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Chill wind is blowing for the turbine profiteers

By Cornish Guardian  |  Posted: June 07, 2012

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COULD this be the tipping point for the proliferation of wind turbines in Cornwall?

The Government is considering huge cuts in subsidies to onshore wind farms which, it says, add £6 to everyone's annual electricity bill.

Lincolnshire Council is the first to declare war on wind turbines with proposals to block any within 10 miles of homes.

Council leader Martin Hill has declared Lincolnshire has 75 large turbines and doesn't want any more. Cornwall has a lot more, with probably hundreds of new planning applications in the pipeline.

A few years ago, it was rare for Cornwall Council to refuse permission, irrespective of local feeling.

These days, the authority is taking more heed of residents' views and judging for itself the effect a particular turbine will have on the landscape, and some are now even being turned down.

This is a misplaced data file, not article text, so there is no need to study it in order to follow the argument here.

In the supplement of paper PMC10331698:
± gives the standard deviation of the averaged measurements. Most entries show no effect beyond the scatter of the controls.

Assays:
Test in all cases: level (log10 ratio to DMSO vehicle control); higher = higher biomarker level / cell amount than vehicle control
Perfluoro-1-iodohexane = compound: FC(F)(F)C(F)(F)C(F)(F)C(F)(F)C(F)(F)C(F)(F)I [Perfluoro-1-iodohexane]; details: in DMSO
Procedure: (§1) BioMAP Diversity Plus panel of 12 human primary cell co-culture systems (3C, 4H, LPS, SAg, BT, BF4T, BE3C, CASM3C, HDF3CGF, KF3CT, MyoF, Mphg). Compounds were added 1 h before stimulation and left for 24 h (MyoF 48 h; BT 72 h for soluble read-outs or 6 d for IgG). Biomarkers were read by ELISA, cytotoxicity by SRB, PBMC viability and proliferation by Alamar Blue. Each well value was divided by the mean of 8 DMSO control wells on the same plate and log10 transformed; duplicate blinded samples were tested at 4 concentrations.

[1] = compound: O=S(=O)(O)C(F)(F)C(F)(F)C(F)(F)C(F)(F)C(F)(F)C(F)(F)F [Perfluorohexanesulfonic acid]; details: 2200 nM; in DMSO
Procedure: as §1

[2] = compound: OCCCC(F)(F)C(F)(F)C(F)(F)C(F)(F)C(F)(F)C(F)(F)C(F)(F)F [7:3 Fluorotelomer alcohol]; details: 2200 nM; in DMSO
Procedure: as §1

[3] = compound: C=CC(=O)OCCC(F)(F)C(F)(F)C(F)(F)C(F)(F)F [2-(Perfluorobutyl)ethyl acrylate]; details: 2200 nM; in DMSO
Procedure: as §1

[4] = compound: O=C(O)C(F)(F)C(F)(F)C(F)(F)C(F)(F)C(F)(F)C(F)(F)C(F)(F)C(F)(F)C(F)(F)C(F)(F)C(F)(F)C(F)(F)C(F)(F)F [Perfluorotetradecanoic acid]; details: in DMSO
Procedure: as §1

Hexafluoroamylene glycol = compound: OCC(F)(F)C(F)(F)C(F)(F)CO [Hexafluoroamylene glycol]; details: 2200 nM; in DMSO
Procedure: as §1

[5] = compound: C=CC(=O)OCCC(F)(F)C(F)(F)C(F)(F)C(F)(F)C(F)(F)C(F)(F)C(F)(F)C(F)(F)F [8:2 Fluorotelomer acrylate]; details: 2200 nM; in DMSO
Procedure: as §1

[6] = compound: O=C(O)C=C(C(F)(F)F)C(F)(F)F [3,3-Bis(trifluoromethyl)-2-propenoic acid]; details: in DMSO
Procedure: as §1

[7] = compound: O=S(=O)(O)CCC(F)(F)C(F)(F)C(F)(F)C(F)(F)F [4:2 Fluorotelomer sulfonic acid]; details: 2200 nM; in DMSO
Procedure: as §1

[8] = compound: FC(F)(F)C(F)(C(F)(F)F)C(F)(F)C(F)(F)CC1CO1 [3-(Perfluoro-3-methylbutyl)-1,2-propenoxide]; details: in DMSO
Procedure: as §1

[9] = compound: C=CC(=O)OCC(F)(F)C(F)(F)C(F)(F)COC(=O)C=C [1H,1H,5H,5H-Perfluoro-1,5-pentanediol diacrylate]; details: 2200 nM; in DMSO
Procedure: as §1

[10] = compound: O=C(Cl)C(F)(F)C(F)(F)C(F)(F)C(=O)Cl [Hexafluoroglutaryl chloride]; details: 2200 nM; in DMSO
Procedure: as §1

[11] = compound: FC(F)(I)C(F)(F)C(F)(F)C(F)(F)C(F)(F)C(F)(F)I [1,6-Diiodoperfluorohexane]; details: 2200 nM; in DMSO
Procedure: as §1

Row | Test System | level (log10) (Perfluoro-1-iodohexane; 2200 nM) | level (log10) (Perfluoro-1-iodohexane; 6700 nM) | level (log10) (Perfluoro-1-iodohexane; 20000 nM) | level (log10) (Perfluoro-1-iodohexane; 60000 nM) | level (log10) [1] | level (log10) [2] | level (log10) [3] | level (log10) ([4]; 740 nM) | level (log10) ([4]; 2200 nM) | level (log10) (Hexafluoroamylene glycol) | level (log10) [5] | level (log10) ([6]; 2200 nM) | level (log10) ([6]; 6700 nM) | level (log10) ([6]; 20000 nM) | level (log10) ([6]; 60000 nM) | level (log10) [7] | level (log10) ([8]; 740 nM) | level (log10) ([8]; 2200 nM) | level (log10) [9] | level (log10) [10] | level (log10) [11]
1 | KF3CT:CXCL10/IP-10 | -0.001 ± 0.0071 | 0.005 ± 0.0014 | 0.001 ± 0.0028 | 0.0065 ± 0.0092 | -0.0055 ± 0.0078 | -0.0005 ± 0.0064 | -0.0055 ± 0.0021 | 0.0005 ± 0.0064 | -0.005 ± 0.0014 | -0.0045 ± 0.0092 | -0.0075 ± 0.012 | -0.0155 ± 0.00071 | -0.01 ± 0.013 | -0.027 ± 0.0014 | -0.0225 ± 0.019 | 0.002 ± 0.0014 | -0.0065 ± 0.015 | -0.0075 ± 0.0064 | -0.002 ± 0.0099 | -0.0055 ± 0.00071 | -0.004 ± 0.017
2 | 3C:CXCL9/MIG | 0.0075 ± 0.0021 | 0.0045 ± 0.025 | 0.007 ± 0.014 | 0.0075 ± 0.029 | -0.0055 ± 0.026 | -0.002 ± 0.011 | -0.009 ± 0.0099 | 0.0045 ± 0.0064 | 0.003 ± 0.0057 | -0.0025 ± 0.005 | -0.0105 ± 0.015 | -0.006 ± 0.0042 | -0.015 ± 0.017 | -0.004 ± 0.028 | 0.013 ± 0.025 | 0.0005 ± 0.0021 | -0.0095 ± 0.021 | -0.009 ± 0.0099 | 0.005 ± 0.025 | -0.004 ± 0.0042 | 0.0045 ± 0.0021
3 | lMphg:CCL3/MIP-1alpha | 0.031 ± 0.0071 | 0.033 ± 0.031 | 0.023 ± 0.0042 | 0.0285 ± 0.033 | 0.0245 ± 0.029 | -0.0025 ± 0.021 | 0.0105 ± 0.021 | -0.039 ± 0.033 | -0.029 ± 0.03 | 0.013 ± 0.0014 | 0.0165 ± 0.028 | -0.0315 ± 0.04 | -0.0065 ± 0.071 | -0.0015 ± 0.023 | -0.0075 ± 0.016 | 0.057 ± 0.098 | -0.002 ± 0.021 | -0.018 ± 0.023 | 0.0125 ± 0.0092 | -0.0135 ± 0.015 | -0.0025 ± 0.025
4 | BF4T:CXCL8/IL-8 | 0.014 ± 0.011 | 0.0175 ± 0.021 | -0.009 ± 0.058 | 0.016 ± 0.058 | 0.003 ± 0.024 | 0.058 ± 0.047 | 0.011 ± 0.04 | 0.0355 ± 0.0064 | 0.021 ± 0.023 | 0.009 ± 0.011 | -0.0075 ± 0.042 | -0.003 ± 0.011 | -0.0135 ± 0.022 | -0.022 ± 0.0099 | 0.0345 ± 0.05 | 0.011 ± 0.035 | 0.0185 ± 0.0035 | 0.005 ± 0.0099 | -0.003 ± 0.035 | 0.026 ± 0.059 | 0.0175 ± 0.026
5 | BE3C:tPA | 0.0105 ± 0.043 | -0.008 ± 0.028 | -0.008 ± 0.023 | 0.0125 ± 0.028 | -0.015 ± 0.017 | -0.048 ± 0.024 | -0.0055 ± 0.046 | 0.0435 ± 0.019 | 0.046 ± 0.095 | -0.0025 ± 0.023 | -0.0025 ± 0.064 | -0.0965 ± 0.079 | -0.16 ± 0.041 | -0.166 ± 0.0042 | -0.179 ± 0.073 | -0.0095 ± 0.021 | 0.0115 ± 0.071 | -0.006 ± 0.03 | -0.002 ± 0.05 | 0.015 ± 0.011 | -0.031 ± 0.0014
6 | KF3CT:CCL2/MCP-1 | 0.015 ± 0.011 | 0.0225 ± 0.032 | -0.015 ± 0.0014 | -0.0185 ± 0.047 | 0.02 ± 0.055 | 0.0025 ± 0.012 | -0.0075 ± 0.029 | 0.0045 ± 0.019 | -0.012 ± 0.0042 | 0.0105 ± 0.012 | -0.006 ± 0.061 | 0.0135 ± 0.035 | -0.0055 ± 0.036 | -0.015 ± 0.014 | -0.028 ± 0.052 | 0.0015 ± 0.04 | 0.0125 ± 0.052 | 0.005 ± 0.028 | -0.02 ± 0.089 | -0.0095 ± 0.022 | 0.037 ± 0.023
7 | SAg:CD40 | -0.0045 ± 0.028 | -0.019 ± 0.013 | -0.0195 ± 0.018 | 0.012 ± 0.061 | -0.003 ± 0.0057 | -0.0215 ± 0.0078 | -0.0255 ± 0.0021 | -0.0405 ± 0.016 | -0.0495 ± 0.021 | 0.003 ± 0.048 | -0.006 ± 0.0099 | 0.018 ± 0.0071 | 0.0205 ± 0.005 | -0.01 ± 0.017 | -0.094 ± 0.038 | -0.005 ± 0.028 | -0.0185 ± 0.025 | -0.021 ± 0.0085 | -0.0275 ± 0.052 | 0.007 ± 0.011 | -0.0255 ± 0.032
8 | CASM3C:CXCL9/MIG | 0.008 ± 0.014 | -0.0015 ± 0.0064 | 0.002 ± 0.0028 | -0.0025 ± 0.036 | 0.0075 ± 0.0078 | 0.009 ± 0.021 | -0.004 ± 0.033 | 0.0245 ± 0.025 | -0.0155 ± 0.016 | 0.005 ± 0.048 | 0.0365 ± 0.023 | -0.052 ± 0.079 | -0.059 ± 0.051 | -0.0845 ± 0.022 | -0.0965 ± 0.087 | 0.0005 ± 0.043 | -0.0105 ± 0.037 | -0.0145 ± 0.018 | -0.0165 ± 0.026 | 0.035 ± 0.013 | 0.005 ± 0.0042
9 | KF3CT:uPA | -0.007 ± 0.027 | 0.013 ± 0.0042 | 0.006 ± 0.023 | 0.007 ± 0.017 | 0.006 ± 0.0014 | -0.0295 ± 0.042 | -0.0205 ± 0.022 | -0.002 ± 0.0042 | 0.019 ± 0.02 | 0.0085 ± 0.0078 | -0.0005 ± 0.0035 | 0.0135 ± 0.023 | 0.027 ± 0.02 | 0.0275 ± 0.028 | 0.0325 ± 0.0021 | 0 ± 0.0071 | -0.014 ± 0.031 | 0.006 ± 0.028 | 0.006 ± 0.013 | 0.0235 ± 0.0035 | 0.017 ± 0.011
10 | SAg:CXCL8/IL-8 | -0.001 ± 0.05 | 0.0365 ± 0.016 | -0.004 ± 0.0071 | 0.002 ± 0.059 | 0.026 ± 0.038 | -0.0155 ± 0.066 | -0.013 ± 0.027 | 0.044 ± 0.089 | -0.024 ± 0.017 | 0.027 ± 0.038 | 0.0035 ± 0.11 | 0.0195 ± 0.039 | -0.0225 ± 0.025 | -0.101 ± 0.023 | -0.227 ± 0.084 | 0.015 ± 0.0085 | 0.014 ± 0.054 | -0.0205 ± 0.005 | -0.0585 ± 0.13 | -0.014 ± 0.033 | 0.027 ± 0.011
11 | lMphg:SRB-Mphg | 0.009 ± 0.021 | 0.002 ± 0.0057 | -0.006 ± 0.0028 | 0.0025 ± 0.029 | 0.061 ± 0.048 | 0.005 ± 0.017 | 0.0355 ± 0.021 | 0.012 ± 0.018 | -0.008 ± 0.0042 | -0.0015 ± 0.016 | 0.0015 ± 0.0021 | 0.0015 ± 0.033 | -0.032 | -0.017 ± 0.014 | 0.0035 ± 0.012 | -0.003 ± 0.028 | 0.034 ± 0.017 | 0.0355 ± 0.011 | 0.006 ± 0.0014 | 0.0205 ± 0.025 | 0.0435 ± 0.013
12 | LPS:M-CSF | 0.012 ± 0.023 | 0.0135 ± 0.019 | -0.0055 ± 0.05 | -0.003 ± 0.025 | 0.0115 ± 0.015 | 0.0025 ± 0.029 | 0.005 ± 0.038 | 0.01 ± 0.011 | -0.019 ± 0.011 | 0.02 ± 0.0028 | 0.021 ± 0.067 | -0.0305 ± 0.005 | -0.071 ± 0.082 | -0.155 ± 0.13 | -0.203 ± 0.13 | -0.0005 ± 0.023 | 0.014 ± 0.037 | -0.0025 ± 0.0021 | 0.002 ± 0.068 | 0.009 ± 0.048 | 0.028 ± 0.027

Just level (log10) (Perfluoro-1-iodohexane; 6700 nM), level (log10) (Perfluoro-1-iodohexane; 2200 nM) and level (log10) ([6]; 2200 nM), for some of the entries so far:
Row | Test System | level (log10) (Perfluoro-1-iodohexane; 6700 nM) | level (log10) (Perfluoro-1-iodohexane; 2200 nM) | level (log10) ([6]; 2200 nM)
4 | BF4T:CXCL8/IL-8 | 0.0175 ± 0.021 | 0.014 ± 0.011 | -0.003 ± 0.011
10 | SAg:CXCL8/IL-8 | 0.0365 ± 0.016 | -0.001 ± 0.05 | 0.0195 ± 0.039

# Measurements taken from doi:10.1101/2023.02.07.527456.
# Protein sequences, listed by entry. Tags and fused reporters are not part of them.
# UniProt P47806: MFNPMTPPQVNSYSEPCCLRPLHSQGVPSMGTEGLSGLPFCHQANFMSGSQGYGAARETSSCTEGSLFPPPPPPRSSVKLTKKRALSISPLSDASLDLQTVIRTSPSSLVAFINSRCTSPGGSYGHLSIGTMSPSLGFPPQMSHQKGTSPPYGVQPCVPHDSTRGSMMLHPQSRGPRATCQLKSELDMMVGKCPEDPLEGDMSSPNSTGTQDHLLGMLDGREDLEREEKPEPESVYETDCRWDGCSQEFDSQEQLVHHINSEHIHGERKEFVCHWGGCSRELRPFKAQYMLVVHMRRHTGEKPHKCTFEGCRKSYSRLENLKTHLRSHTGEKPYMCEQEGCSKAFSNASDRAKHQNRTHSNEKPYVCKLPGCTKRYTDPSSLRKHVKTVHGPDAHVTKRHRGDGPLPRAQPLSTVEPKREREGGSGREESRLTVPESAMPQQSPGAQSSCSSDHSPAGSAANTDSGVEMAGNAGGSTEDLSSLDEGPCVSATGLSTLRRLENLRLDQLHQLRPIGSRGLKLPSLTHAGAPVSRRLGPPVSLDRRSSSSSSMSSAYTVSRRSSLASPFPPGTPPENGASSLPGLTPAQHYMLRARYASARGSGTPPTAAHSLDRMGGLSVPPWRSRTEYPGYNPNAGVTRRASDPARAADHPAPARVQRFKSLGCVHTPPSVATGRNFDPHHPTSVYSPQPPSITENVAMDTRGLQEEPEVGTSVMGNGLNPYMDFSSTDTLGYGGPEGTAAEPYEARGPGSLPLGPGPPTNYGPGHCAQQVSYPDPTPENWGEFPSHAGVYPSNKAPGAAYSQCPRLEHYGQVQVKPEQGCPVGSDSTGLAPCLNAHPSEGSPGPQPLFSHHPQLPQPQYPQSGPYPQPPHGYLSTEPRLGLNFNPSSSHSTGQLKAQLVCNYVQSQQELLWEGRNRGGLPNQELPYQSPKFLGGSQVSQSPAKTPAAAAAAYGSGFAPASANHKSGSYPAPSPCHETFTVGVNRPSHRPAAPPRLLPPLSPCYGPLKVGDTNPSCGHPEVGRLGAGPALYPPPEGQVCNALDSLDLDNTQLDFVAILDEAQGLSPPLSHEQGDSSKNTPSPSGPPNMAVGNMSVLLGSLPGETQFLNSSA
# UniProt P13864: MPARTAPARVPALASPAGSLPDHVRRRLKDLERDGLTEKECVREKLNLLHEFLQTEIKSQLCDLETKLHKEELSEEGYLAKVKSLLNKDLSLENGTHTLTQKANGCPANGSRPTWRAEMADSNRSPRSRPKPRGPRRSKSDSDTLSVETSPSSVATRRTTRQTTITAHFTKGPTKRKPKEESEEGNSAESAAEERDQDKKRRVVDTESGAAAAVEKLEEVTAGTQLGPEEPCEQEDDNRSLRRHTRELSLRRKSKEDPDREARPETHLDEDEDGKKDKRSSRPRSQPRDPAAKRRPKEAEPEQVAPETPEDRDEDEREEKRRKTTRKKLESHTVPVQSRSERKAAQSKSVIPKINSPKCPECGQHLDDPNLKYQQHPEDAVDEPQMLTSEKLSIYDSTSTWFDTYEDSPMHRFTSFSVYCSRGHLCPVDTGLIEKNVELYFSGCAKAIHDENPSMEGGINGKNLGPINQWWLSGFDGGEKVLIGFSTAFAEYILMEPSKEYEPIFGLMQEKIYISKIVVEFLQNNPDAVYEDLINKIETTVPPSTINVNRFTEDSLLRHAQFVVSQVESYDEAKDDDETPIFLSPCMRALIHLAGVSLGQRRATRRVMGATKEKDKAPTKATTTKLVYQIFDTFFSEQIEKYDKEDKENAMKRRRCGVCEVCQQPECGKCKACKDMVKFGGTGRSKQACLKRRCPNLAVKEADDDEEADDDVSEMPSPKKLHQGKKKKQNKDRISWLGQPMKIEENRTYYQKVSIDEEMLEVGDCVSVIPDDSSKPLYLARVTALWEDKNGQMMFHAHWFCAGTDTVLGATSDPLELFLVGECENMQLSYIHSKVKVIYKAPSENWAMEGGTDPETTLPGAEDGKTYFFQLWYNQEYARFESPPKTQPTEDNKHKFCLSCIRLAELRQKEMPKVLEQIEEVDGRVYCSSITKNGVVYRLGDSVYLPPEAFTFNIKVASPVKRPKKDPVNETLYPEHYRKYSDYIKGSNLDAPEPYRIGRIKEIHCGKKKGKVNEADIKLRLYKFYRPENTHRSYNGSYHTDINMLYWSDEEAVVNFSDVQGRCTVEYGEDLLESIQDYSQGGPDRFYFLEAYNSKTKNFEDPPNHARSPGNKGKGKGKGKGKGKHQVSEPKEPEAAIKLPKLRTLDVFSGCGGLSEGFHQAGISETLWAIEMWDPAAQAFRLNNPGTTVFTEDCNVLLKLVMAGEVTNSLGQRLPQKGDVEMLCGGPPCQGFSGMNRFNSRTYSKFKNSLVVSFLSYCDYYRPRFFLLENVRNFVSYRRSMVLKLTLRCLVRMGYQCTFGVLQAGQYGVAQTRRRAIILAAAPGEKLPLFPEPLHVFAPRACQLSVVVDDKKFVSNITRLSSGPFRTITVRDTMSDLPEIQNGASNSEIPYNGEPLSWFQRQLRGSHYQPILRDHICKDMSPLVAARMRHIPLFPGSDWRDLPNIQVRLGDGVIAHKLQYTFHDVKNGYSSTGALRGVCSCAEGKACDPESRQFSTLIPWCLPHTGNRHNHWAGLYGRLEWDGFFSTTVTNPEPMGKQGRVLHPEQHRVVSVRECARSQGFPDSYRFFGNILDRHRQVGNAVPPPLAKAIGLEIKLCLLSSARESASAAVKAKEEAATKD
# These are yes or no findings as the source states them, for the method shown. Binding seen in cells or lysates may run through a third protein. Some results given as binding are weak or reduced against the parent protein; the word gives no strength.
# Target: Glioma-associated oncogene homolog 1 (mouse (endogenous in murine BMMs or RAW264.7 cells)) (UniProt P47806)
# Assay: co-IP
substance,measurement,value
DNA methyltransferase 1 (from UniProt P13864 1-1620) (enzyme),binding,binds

Anti-turbine groups have pointed out for years that they are inefficient and, like subsidised solar farms, companies have little to lose and a lot to gain by building them. That goes for the landowners too, who allow these structures to be built in their fields for profit.

Opponents point to countries such as Denmark and Germany, which were both well ahead of the UK in harnessing the power of wind to generate electricity, but have since decided they weren't such a good idea after all, and have dismantled a great many of them.

Environmental groups support turbines, pointing out that the only alternative is more nuclear power stations. While no one would object too much to offshore wind farms, the rights of communities living near proposed sites to support or object to them must always hold sway when planning decisions are being made.

When a local authority refuses permission for a wind farm, companies usually challenge that decision in the High Court, and often win: but now even judges are considering their impact on local communities.